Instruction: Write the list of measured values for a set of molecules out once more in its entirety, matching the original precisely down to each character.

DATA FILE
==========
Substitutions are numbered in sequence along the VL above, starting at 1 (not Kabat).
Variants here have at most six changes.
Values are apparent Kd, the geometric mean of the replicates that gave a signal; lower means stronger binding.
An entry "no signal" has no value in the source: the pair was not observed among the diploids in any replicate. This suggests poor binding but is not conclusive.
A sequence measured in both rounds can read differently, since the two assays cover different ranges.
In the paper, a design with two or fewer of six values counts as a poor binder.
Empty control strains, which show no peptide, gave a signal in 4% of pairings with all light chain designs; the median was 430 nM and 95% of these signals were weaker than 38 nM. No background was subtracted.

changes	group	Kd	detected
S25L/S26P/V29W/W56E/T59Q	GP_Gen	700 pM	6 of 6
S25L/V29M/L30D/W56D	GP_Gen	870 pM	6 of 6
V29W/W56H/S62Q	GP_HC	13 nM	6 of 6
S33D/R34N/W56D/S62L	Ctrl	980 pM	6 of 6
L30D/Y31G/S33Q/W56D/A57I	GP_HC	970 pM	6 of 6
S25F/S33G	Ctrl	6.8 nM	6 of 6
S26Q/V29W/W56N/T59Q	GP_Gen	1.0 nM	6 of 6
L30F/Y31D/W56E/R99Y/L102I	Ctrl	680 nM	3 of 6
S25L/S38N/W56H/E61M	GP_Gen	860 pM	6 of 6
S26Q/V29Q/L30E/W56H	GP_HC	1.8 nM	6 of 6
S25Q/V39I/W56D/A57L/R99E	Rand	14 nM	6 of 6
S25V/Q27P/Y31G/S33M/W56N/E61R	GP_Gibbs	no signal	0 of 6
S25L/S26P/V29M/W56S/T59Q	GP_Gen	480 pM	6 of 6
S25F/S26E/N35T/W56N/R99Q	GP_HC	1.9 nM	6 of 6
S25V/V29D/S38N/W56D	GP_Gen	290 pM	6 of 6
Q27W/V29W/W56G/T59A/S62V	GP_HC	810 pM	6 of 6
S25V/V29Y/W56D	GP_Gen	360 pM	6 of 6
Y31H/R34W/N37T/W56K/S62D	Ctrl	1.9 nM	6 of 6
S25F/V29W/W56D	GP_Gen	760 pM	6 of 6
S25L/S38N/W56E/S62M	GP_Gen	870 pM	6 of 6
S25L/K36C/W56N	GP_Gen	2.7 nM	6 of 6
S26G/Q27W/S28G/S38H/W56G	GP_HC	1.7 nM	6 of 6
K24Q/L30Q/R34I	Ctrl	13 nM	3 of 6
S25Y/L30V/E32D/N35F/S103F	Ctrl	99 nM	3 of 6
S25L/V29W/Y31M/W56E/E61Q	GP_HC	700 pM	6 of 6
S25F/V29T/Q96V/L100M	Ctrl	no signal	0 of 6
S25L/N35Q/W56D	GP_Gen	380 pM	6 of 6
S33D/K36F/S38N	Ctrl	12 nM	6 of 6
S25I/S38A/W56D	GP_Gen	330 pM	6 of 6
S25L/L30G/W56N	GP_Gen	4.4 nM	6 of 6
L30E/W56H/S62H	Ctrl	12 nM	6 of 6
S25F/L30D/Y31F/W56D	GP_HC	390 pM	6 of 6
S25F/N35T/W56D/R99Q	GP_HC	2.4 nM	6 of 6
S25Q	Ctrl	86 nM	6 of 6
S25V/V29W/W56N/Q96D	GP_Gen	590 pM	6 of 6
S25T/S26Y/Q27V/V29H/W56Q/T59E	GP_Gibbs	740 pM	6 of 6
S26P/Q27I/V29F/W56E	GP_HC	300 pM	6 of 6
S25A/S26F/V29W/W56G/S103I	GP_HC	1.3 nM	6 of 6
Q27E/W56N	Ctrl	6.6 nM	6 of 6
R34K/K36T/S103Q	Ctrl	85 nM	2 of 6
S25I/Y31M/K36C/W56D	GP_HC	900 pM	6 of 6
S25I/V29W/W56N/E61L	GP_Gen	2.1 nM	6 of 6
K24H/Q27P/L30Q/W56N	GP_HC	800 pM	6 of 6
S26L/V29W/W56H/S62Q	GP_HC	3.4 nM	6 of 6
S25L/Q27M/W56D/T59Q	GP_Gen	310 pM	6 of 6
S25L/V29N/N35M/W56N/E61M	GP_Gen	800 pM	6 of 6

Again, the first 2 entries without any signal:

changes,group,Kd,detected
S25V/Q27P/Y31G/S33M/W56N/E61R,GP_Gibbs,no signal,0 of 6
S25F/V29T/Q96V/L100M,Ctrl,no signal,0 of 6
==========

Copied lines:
Substitutions are numbered in sequence along the VL above, starting at 1 (not Kabat).
Variants here have at most six changes.
Values are apparent Kd, the geometric mean of the replicates that gave a signal; lower means stronger binding.
An entry "no signal" has no value in the source: the pair was not observed among the diploids in any replicate. This suggests poor binding but is not conclusive.
A sequence measured in both rounds can read differently, since the two assays cover different ranges.
In the paper, a design with two or fewer of six values counts as a poor binder.
Empty control strains, which show no peptide, gave a signal in 4% of pairings with all light chain designs; the median was 430 nM and 95% of these signals were weaker than 38 nM. No background was subtracted.

changes	group	Kd	detected
S25L/S26P/V29W/W56E/T59Q	GP_Gen	700 pM	6 of 6
S25L/V29M/L30D/W56D	GP_Gen	870 pM	6 of 6
V29W/W56H/S62Q	GP_HC	13 nM	6 of 6
S33D/R34N/W56D/S62L	Ctrl	980 pM	6 of 6
L30D/Y31G/S33Q/W56D/A57I	GP_HC	970 pM	6 of 6
S25F/S33G	Ctrl	6.8 nM	6 of 6
S26Q/V29W/W56N/T59Q	GP_Gen	1.0 nM	6 of 6
L30F/Y31D/W56E/R99Y/L102I	Ctrl	680 nM	3 of 6
S25L/S38N/W56H/E61M	GP_Gen	860 pM	6 of 6
S26Q/V29Q/L30E/W56H	GP_HC	1.8 nM	6 of 6
S25Q/V39I/W56D/A57L/R99E	Rand	14 nM	6 of 6
S25V/Q27P/Y31G/S33M/W56N/E61R	GP_Gibbs	no signal	0 of 6
S25L/S26P/V29M/W56S/T59Q	GP_Gen	480 pM	6 of 6
S25F/S26E/N35T/W56N/R99Q	GP_HC	1.9 nM	6 of 6
S25V/V29D/S38N/W56D	GP_Gen	290 pM	6 of 6
Q27W/V29W/W56G/T59A/S62V	GP_HC	810 pM	6 of 6
S25V/V29Y/W56D	GP_Gen	360 pM	6 of 6
Y31H/R34W/N37T/W56K/S62D	Ctrl	1.9 nM	6 of 6
S25F/V29W/W56D	GP_Gen	760 pM	6 of 6
S25L/S38N/W56E/S62M	GP_Gen	870 pM	6 of 6
S25L/K36C/W56N	GP_Gen	2.7 nM	6 of 6
S26G/Q27W/S28G/S38H/W56G	GP_HC	1.7 nM	6 of 6
K24Q/L30Q/R34I	Ctrl	13 nM	3 of 6
S25Y/L30V/E32D/N35F/S103F	Ctrl	99 nM	3 of 6
S25L/V29W/Y31M/W56E/E61Q	GP_HC	700 pM	6 of 6
S25F/V29T/Q96V/L100M	Ctrl	no signal	0 of 6
S25L/N35Q/W56D	GP_Gen	380 pM	6 of 6
S33D/K36F/S38N	Ctrl	12 nM	6 of 6
S25I/S38A/W56D	GP_Gen	330 pM	6 of 6
S25L/L30G/W56N	GP_Gen	4.4 nM	6 of 6
L30E/W56H/S62H	Ctrl	12 nM	6 of 6
S25F/L30D/Y31F/W56D	GP_HC	390 pM	6 of 6
S25F/N35T/W56D/R99Q	GP_HC	2.4 nM	6 of 6
S25Q	Ctrl	86 nM	6 of 6
S25V/V29W/W56N/Q96D	GP_Gen	590 pM	6 of 6
S25T/S26Y/Q27V/V29H/W56Q/T59E	GP_Gibbs	740 pM	6 of 6
S26P/Q27I/V29F/W56E	GP_HC	300 pM	6 of 6
S25A/S26F/V29W/W56G/S103I	GP_HC	1.3 nM	6 of 6
Q27E/W56N	Ctrl	6.6 nM	6 of 6
R34K/K36T/S103Q	Ctrl	85 nM	2 of 6
S25I/Y31M/K36C/W56D	GP_HC	900 pM	6 of 6
S25I/V29W/W56N/E61L	GP_Gen	2.1 nM	6 of 6
K24H/Q27P/L30Q/W56N	GP_HC	800 pM	6 of 6
S26L/V29W/W56H/S62Q	GP_HC	3.4 nM	6 of 6
S25L/Q27M/W56D/T59Q	GP_Gen	310 pM	6 of 6
S25L/V29N/N35M/W56N/E61M	GP_Gen	800 pM	6 of 6

Again, the first 2 entries without any signal:

changes,group,Kd,detected
S25V/Q27P/Y31G/S33M/W56N/E61R,GP_Gibbs,no signal,0 of 6
S25F/V29T/Q96V/L100M,Ctrl,no signal,0 of 6